The Israeli-controlled company that owns Camden market has there was only limited damage caused to the area after an “isolated” fire on Sunday night.
Around 70 firefighters tackled a huge blaze that tore through a building in London’s famous Camden Lock Market.
Emergency services were called to the popular tourist attraction shortly before midnight on Sunday after fire took hold in a property near the Camden Stables.
Onlookers described the fire “moving very fast”, raising fears of explosions if it reached nearby restaurants.
The London Fire Brigade (LFB) said it sent 10 fire engines, including an aerial appliance, to the incident, while witnesses described seeing “lots of ambulances” racing to the scene.
Crews from across central and north London fought to contain the blaze, which was “highly visible across the area”, for around three hours.
Market Tech, the major shareholder in Camden Lock Market, was founded by Israeli billionaire Teddy Sagy, who is also its majority shareholder.
In a statement, the company said: “An isolated fire broke out in a building adjacent to the market hall area of Camden Lock Market overnight which was brought quickly under control by the Emergency Services and we are now working closely with them to investigate the cause. Thankfully no one was injured during the incident. While a small section of Camden Lock market will be closed off to the public until further notice as a precaution, the rest of Camden Lock market and the wider area, including Stables Market and Union Street, will be fully open and operating and welcoming visitors and customers as usual today.”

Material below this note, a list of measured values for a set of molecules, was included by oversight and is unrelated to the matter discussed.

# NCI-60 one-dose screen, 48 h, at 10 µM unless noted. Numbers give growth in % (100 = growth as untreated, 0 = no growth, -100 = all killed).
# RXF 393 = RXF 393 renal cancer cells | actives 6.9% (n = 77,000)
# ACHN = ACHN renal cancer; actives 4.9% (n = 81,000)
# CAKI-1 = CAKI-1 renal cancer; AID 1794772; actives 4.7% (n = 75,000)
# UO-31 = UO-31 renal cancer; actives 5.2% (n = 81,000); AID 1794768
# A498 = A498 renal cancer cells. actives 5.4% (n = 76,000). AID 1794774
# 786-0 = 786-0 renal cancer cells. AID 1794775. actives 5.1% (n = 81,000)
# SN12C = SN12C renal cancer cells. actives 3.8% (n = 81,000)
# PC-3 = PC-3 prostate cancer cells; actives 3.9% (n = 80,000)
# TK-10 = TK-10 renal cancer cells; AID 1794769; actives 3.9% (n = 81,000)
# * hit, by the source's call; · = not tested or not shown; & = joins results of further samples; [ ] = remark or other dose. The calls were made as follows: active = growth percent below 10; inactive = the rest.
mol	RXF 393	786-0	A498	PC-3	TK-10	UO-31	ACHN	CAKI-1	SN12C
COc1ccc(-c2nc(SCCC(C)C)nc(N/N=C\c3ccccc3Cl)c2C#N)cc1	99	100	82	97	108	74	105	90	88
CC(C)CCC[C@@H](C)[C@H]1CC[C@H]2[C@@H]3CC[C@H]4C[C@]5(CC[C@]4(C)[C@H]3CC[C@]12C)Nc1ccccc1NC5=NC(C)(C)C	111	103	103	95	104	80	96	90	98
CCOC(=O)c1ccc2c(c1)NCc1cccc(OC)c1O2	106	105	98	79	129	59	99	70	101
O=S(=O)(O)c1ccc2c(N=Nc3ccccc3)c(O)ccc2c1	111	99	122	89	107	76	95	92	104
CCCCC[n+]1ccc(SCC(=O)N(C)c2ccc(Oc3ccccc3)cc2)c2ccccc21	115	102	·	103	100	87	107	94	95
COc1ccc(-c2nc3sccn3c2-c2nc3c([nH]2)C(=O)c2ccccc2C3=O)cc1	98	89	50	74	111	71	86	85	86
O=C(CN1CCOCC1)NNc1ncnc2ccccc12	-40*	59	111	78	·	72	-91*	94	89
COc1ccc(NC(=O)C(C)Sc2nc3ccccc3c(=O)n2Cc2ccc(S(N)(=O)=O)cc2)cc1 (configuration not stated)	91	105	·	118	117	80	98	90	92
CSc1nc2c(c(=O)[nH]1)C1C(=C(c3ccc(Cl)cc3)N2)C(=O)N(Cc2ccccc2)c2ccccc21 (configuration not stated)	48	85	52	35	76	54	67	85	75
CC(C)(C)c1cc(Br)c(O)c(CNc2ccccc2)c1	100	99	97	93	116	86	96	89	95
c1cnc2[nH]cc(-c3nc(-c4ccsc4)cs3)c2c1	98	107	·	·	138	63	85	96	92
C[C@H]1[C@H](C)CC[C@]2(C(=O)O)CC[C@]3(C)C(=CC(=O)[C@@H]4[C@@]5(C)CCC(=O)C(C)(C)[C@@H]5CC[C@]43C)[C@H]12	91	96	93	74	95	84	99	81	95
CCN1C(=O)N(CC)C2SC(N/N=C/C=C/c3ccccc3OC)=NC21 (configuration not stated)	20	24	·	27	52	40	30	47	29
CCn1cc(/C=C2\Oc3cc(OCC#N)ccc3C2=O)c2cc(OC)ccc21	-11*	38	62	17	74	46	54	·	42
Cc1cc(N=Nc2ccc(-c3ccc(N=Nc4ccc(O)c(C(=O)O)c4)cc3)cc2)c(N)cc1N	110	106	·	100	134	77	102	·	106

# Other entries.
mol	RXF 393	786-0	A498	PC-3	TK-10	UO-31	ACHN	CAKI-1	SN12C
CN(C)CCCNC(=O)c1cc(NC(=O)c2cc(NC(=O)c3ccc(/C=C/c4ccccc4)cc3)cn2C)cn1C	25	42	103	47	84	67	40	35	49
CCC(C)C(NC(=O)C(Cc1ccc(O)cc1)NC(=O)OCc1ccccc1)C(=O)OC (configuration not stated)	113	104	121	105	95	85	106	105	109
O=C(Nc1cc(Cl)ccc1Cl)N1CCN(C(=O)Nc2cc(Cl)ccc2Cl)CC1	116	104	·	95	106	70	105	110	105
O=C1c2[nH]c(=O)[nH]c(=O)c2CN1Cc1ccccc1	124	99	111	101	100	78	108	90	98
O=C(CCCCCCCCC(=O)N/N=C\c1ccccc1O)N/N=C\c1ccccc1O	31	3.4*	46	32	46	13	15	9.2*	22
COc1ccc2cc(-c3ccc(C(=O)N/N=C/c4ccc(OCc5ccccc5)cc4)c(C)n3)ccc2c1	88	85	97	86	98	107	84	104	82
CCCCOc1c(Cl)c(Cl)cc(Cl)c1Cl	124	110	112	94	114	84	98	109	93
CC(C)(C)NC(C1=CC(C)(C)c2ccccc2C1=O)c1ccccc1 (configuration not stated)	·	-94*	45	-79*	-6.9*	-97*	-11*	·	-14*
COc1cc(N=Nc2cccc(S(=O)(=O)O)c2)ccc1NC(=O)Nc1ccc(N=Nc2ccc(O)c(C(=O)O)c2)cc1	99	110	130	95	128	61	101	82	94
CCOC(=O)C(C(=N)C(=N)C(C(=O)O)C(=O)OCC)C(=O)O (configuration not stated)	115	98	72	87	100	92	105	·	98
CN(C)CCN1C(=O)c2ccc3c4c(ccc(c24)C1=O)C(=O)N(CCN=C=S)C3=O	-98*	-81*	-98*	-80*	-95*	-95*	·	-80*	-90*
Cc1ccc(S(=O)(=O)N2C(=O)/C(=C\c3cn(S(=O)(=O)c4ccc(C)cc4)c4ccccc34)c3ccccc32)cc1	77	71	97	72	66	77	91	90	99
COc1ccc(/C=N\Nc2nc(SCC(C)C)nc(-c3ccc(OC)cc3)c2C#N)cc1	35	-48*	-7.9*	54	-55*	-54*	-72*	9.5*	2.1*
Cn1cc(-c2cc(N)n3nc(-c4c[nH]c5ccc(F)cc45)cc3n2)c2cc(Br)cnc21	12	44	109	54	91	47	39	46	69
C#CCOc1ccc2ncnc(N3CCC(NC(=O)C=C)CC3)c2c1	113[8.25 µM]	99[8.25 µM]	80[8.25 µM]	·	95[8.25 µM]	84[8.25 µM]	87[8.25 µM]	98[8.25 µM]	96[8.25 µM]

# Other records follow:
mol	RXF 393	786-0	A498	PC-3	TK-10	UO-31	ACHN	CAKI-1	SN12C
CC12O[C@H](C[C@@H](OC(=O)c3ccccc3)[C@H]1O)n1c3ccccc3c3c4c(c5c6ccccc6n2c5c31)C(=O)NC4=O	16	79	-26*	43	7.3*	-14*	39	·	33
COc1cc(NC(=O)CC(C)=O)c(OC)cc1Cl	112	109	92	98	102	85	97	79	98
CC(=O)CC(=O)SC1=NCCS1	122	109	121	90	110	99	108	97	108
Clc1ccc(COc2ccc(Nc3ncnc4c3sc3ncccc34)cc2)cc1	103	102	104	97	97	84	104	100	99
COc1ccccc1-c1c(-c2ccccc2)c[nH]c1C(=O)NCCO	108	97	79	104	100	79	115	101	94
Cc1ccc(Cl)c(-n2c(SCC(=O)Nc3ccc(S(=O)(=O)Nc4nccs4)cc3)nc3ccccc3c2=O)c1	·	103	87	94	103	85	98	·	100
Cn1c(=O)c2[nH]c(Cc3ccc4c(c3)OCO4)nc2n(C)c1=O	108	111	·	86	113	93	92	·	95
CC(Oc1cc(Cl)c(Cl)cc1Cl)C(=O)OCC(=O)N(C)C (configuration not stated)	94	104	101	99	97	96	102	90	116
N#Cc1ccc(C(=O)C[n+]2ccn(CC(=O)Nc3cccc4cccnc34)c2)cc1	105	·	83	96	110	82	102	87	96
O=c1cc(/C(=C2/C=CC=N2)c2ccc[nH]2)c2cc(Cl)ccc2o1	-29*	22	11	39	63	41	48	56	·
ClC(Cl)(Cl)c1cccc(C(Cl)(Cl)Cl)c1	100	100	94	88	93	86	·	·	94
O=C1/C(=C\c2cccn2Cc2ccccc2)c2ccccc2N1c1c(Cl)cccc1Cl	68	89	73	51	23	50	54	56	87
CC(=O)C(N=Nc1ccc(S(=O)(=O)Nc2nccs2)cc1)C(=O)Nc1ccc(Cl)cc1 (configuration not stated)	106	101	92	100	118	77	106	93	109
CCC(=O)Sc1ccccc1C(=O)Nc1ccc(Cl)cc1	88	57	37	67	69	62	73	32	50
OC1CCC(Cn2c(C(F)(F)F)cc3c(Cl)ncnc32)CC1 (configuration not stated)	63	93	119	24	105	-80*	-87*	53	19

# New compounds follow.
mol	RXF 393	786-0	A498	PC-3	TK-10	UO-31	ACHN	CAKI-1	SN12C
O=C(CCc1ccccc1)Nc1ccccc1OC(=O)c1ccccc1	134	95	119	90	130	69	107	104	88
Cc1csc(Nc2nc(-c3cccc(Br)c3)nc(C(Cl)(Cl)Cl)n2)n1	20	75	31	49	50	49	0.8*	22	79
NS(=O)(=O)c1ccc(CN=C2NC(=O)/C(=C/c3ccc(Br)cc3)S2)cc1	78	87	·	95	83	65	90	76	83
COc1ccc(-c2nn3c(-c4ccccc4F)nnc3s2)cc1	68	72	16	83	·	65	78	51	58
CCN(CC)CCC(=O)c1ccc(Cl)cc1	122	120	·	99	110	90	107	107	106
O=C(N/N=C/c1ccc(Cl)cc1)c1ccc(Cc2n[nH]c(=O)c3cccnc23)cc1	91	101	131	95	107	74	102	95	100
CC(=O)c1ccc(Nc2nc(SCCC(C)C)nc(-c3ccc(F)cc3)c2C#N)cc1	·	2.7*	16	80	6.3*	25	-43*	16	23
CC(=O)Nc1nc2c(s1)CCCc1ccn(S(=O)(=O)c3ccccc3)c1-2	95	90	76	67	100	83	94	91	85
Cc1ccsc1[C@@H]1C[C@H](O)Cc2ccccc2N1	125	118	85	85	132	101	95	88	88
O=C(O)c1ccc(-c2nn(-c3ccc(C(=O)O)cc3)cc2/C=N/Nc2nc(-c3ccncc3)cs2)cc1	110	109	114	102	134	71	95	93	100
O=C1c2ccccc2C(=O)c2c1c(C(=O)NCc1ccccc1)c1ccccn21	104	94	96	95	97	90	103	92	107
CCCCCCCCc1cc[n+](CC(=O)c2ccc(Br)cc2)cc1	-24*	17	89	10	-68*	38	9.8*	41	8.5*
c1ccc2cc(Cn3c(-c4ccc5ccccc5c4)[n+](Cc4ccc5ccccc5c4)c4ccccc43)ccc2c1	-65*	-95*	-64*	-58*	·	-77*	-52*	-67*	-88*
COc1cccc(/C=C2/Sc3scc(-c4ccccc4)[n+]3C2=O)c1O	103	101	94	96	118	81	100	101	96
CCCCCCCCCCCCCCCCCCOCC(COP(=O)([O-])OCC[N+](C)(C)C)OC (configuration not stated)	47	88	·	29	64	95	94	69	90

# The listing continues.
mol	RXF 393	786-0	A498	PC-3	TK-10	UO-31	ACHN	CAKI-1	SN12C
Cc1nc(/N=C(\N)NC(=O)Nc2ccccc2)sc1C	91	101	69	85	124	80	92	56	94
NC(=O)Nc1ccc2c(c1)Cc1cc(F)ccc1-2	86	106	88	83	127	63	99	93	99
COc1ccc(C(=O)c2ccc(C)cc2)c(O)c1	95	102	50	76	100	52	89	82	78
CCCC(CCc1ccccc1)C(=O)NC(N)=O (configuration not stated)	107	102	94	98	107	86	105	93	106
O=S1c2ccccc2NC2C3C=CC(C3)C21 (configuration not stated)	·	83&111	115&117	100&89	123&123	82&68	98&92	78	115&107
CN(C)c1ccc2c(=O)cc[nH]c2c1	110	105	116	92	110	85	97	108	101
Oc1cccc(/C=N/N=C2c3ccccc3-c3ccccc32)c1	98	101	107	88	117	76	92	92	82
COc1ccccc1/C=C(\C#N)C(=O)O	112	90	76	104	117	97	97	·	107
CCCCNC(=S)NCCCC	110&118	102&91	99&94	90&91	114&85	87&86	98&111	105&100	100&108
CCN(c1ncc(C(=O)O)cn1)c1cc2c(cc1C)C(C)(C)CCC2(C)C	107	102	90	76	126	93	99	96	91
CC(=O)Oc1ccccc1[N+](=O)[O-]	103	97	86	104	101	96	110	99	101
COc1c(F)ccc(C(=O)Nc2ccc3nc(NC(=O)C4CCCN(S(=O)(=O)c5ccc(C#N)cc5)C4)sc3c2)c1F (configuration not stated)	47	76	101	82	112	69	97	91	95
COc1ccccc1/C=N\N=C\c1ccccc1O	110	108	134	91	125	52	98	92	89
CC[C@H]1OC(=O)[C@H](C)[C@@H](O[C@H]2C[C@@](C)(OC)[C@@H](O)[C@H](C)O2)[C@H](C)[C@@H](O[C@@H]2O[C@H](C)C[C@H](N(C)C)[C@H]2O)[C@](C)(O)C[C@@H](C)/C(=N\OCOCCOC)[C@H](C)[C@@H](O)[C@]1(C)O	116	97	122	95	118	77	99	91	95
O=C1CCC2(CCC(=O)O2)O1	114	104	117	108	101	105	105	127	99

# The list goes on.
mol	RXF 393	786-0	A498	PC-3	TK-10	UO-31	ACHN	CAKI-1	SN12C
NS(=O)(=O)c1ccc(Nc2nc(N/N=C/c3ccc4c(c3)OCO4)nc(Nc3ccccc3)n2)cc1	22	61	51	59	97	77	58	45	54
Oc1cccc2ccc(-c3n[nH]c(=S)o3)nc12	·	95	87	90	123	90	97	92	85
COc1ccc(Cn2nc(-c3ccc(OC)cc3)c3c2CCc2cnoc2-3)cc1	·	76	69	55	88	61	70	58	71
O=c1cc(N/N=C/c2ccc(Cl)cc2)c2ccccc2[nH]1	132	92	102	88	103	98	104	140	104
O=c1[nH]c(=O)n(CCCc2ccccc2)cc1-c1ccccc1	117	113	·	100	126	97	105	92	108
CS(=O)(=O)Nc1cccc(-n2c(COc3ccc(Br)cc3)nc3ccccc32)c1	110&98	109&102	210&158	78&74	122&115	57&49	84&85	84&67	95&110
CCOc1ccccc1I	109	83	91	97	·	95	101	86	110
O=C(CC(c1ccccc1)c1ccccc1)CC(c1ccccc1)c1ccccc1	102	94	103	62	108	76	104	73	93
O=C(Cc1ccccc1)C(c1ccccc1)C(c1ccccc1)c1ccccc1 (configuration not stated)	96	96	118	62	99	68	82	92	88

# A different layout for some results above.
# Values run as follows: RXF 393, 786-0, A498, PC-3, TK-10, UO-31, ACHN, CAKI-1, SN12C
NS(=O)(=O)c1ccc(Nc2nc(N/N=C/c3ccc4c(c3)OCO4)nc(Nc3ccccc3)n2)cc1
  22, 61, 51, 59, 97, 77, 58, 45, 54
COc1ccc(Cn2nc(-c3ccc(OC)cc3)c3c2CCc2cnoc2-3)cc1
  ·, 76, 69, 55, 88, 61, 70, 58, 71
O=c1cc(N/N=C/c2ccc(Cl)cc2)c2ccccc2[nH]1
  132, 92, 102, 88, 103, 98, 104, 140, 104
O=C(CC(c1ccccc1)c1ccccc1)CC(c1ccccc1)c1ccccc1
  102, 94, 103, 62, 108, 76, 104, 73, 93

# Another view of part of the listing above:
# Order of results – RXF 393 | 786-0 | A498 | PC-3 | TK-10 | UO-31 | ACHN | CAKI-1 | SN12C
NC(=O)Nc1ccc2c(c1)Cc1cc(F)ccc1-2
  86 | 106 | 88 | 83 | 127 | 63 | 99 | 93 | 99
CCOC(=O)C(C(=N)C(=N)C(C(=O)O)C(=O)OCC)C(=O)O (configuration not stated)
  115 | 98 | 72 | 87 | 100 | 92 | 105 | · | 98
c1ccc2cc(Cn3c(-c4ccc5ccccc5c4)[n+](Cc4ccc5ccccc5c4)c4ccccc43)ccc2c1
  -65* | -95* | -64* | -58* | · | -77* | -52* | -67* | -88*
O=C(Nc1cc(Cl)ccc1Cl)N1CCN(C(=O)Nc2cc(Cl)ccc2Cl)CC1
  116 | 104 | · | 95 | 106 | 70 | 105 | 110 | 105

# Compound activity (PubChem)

Sagy’s company owns all four Camden markets after buying Camden Lock Market for between £70 and £90million in 2014. Sagi, is a gambling and property tycoon who has served time in jail for insider trading and briber.
LFB Station manager David Reid, who was at the scene, said: “Crews worked hard to get the fire under control and to stop it from spreading to neighbouring buildings.”
It is understood around 30% of the first, second, and third floors, and a third of the roof of the 30 by 40 metre building, was damaged by the fire, which was brought under control by around 2.50am.
It is the second time in recent years that the north London market has been hit by a serious blaze.
The area sees an estimated 28 million visitors a year, with crowds drawn to the area by the shopping, entertainment and nightlife on offer.